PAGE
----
My mother had always wanted me to go to Malvern. I’d learned to swim in the O’Neill pool at an age before I can remember, and my mom would always tell me before I went to Malvern how wonderful the students were, how great the school was, etc. You know, the usual things a mother will say to persuade her son to go to the school she wants.

My dad and I, as fathers and sons do when mothers make suggestions that at the time seemed ridiculous at the time, laughed it off.

Lo and behold, come fifth grade, I wanted a different schooling environment than what public school could offer me and Malvern was immediately on the list of potential destinations to transfer for middle and high school.

So, on that cold winter day, fifth grade me was taken from Mr. McEvoy’s office in Austin Hall by Nate Albergo ’17 to give me a taste of Malvern as a student for the first time. Ironically, on a day which I was known exclusively as “shadow” (as all shadows were), a lightbulb went off after several of these great little moments.

I could tell you about how surprised I was by how loud Mr. Wasson was at all times, or how much I loved the history-themed décor of Mr. Chinici’s office, but no, I’ll tell you about the silliest and dumbest of all the moments from that day.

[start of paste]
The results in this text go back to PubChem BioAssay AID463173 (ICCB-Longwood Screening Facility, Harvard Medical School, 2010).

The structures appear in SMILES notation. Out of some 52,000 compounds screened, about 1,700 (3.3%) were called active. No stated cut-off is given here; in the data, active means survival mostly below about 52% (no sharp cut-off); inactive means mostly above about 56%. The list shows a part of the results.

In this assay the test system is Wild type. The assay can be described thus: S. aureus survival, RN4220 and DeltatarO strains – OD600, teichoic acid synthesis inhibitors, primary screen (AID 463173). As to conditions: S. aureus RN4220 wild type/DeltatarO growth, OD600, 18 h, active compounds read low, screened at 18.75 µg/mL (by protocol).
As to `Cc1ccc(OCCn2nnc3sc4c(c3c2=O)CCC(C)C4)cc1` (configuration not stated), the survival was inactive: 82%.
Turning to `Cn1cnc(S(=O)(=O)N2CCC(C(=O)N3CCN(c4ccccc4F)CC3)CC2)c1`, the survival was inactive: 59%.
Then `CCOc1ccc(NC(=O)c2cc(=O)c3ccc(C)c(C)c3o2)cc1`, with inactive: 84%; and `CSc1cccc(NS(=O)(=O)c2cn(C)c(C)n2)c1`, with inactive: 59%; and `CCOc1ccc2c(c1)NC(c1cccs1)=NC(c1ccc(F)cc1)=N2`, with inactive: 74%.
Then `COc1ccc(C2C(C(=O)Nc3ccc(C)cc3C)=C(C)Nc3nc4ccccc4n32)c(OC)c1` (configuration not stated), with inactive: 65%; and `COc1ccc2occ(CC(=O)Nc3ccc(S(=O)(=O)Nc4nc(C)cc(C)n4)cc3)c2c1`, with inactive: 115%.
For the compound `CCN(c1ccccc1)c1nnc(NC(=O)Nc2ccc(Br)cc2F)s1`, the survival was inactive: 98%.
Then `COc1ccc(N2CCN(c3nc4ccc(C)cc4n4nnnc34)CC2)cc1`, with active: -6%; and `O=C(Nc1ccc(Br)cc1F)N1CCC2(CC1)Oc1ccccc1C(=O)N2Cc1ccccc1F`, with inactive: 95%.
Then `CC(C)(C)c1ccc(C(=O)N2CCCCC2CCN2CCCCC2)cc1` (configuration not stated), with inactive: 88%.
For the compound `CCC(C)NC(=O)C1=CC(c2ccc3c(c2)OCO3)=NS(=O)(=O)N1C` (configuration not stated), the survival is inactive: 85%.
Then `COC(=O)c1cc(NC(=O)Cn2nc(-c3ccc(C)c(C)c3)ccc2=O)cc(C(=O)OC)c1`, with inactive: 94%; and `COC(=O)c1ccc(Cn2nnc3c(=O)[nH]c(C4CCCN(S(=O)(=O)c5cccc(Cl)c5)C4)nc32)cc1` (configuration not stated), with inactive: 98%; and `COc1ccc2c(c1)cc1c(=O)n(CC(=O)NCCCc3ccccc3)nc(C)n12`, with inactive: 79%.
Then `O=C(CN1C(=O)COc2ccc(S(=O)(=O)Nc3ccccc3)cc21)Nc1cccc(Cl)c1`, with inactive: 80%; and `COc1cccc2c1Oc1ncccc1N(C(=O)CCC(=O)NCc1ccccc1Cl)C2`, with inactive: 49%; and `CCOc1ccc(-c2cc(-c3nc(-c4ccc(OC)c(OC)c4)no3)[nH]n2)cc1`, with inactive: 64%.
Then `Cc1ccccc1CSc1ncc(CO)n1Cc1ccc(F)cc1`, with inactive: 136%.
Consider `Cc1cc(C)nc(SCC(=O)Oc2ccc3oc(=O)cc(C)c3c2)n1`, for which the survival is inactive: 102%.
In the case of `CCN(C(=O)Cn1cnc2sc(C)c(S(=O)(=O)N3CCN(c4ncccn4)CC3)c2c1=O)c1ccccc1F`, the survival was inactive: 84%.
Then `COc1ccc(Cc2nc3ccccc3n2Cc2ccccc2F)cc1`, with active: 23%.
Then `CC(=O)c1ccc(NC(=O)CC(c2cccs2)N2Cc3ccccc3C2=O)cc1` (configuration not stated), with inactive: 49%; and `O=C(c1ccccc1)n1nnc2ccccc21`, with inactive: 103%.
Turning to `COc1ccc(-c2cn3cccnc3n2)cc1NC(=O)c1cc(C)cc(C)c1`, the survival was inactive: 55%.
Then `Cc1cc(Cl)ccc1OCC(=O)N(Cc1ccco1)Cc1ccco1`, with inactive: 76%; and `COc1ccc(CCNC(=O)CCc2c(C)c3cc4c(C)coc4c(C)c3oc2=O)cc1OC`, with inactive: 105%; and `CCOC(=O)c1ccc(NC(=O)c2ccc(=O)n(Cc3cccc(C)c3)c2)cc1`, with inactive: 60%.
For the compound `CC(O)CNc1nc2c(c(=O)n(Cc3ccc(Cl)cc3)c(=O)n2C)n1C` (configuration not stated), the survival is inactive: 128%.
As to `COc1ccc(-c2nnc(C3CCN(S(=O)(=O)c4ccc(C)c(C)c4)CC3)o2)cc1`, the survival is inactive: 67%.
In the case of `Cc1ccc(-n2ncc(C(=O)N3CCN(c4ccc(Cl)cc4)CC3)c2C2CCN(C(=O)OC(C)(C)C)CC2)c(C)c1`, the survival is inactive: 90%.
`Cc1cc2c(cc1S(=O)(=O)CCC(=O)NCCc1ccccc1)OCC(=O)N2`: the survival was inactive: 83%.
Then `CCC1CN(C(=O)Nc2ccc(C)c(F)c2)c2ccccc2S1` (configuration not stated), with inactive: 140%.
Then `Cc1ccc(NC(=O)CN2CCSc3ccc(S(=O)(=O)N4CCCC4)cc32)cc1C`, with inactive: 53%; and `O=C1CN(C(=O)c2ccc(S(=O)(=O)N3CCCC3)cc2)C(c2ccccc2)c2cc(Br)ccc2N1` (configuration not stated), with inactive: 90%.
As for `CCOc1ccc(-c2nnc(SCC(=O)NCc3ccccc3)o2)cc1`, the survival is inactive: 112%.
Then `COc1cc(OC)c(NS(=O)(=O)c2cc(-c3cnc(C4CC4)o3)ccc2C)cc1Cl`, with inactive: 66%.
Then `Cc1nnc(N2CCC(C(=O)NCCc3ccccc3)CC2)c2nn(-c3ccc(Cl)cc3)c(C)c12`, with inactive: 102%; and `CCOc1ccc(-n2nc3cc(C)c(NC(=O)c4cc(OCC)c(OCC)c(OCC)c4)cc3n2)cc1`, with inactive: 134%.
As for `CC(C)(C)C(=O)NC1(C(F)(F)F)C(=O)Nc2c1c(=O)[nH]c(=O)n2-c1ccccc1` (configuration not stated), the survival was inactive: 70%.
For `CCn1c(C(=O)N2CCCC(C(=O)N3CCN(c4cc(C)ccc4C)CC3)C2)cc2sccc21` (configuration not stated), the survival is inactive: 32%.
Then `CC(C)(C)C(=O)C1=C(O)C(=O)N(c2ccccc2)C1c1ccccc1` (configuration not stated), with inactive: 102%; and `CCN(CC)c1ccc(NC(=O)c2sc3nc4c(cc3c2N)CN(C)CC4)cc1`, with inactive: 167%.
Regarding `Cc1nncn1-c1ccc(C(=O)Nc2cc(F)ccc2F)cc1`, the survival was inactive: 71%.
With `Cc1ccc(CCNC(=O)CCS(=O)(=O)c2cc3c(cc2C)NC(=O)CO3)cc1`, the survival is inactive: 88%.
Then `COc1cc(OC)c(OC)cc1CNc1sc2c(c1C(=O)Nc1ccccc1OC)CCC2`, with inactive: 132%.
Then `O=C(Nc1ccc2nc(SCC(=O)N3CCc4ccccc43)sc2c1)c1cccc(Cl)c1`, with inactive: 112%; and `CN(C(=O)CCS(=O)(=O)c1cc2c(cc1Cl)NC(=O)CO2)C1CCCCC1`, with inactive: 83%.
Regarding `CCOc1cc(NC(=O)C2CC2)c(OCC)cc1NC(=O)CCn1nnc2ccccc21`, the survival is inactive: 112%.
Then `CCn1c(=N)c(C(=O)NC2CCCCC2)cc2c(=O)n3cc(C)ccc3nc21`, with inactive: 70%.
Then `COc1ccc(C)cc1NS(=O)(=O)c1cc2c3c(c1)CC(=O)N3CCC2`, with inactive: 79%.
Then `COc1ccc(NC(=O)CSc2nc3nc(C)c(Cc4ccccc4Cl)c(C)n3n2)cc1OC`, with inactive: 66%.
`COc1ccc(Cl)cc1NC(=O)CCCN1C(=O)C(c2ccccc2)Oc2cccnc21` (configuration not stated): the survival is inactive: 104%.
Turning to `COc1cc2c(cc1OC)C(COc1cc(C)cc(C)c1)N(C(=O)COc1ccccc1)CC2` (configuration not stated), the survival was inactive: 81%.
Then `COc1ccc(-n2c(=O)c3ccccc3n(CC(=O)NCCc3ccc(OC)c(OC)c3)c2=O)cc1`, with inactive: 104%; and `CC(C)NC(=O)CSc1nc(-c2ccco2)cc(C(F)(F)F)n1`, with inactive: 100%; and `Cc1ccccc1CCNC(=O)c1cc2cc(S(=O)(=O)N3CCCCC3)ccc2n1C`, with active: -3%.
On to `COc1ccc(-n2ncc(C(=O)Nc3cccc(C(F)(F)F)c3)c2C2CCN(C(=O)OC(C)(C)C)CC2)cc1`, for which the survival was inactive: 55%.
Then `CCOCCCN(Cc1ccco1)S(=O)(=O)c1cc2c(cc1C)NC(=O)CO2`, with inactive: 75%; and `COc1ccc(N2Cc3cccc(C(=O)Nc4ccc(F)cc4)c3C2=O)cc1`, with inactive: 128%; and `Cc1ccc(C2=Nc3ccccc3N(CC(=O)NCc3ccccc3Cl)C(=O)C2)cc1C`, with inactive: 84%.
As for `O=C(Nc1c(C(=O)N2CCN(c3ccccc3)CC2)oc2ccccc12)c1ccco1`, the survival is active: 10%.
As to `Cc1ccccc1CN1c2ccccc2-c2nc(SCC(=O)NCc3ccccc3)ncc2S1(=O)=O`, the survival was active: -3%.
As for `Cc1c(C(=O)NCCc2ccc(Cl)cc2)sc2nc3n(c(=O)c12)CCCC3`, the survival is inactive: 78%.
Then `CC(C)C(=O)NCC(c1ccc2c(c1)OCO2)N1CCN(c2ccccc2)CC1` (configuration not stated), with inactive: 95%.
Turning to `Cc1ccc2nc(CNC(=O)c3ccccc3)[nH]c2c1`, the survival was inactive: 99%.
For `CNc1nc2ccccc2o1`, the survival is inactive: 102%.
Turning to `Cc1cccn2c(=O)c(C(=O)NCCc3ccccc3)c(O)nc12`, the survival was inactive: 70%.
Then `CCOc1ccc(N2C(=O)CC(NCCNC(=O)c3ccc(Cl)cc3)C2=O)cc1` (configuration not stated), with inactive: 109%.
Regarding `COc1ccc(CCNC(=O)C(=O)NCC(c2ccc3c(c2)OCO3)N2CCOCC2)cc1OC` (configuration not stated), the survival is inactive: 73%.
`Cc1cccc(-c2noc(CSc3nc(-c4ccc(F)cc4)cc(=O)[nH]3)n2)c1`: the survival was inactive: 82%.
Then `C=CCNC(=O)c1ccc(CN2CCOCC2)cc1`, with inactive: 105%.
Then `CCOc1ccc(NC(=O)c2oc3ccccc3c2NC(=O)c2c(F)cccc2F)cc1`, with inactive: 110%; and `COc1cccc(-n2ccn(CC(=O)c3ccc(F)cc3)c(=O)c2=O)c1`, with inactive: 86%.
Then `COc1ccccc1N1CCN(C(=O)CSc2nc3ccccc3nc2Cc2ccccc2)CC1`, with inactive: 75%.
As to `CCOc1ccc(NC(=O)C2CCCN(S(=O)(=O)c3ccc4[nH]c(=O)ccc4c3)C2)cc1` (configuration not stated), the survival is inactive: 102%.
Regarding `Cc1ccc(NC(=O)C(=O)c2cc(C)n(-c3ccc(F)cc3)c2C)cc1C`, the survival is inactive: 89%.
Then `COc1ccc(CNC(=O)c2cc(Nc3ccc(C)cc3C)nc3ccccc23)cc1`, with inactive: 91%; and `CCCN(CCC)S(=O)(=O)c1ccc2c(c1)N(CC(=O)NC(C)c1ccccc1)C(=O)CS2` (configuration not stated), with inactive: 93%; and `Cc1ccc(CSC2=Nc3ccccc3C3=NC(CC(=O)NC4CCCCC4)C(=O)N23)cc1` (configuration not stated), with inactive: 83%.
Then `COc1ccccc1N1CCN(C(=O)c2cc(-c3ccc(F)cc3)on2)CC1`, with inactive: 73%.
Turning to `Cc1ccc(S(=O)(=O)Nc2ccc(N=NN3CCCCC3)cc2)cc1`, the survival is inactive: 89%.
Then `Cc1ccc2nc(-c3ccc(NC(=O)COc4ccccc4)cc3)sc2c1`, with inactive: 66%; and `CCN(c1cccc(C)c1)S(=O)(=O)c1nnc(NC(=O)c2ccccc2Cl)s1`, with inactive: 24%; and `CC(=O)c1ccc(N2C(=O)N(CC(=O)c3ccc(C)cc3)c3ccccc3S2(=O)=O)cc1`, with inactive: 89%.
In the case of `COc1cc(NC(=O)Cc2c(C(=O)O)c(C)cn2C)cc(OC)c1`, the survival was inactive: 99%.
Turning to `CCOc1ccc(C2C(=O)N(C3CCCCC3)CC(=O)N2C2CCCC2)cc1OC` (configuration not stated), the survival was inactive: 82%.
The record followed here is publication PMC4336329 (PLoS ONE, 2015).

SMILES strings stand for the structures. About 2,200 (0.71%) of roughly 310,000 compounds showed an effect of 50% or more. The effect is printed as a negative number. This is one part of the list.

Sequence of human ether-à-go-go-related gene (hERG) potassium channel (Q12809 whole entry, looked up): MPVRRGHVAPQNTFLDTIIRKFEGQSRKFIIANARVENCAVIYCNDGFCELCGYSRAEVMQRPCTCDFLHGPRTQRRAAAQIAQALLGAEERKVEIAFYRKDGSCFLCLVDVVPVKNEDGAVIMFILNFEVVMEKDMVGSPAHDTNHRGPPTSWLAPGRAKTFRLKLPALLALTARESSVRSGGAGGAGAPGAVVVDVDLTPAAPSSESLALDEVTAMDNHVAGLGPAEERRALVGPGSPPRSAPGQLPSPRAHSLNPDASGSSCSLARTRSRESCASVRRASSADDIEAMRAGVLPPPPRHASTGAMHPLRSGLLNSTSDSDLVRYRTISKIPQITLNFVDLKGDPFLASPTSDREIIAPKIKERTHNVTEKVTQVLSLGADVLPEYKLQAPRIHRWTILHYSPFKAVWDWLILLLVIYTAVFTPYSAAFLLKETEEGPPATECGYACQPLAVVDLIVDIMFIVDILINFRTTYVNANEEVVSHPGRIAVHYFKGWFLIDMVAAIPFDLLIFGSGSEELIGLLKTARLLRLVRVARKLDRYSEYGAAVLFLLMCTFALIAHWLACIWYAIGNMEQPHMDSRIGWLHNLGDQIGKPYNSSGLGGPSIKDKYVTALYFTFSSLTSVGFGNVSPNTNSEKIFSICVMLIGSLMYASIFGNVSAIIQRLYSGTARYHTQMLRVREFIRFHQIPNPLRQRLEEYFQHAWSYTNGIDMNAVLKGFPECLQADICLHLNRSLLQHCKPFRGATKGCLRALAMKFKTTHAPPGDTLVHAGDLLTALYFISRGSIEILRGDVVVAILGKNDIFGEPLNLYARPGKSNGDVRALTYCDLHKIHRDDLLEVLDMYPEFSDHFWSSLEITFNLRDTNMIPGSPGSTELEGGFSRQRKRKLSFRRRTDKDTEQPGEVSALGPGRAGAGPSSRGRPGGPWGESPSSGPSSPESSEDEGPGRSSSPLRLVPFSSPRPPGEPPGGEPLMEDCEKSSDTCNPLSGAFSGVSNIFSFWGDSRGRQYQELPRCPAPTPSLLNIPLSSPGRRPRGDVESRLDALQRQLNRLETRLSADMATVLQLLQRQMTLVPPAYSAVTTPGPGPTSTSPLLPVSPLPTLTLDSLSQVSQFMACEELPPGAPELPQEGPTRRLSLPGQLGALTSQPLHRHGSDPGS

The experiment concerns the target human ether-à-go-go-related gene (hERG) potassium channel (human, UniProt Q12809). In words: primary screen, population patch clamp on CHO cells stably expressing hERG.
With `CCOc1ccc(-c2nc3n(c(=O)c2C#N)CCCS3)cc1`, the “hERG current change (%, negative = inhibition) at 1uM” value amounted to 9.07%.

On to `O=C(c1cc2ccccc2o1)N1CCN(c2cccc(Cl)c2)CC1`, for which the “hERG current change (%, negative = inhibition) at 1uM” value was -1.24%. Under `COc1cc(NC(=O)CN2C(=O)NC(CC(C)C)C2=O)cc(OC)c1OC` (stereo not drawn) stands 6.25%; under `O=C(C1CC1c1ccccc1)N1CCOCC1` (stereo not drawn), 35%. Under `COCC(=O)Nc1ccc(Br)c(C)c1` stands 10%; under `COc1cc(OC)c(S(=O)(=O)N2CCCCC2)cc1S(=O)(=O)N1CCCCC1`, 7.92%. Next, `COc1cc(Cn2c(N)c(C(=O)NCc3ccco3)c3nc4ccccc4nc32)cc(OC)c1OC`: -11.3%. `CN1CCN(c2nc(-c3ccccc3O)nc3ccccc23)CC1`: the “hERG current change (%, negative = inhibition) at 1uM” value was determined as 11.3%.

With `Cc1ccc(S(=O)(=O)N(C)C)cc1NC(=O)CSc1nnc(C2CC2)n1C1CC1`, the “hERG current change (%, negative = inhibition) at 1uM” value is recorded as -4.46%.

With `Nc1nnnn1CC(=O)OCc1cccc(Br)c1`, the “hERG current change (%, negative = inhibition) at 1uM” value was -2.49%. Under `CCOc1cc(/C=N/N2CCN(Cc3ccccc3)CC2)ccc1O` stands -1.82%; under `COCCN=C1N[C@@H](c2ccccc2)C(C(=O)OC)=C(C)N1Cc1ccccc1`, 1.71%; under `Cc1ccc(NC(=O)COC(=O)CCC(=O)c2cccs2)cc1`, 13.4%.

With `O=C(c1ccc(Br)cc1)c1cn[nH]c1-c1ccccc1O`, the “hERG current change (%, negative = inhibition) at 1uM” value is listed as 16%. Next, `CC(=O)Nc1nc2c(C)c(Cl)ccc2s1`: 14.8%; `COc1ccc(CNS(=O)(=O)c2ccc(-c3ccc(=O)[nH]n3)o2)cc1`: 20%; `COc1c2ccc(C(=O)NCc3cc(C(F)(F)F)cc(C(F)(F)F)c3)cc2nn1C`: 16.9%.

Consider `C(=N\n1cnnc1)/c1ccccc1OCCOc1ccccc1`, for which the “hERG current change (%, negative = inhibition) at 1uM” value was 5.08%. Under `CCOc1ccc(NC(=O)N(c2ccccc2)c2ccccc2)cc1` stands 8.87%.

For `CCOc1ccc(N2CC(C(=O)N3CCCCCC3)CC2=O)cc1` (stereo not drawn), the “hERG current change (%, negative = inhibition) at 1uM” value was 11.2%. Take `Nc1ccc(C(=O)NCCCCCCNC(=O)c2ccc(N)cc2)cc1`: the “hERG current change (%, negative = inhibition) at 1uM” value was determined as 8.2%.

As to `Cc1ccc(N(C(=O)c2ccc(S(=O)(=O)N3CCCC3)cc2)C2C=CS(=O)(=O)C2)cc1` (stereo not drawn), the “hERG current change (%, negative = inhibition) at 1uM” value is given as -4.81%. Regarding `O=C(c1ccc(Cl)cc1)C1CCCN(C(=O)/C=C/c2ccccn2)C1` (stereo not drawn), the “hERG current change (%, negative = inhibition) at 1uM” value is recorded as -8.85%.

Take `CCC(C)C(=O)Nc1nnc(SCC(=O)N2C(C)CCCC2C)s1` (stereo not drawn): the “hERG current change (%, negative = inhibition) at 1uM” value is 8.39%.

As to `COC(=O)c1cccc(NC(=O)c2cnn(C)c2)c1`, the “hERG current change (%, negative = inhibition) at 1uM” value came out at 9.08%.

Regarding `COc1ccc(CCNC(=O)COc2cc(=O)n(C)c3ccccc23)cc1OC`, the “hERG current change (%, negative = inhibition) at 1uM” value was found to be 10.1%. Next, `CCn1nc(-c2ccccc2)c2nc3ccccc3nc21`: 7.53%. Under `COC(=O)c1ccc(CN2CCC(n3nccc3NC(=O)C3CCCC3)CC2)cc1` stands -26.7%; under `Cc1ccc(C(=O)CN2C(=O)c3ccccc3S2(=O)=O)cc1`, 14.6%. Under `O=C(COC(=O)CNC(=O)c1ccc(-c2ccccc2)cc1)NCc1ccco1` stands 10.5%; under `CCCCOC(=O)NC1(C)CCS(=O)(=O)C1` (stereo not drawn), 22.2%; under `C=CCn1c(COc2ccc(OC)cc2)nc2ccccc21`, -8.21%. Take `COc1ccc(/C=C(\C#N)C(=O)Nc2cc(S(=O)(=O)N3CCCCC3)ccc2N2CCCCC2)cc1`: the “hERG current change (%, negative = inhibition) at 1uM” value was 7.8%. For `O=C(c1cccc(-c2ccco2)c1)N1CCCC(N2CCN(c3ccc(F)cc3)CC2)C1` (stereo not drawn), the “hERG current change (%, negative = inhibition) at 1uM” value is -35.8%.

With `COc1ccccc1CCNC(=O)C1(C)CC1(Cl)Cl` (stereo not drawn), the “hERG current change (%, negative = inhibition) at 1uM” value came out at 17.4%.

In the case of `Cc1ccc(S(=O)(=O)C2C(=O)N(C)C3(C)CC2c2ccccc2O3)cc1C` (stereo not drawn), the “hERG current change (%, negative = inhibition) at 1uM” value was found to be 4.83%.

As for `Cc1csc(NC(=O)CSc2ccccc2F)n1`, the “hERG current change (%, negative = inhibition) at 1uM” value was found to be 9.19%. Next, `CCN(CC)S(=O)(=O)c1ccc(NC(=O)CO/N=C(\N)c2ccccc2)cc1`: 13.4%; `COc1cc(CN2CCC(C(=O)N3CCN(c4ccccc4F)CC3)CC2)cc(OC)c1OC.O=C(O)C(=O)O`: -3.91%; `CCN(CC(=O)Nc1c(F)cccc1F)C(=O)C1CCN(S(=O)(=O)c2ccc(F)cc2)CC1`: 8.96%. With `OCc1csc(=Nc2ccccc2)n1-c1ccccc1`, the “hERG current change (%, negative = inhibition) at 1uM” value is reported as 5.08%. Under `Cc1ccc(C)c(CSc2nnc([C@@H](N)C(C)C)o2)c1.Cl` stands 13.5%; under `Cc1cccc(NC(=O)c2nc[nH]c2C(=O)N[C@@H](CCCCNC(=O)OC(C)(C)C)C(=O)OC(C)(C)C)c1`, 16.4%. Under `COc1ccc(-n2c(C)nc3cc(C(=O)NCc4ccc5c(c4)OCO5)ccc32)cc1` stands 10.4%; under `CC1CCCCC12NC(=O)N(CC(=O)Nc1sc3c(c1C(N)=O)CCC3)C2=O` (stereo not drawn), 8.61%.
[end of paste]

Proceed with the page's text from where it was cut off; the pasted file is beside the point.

During a lunch or break period Nate was giving me the speed tour of all the important buildings on campus, and as we walked out of Sullivan’s front door and turned right, I saw the most ridiculous thing I’d ever seen on any school grounds in my 11 years on Earth.

I saw a student swinging around a block of ice the size of his torso with his tie.

Is there any deeper meaning that you should draw from that specific story? No. It’s just as funny and dumb as it sounds, but that’s the point. That’s one of the perfect varieties of Malvern’s little moments that I love so much about this place.

It’s absolutely ridiculous, and it’s a completely pedestrian moment that would otherwise be forgotten yet always brings a smile to my face, even seven years later.

But most importantly, those moments are always unexpected. They’re not scripted, they’re never planned, they’re unique and they just happen.

These moments, like most of my greatest experiences at Malvern, came from nowhere. If you told me on that cold day seven years ago about half of the things that I’d wind up doing by the time I graduated, I’d have been shocked.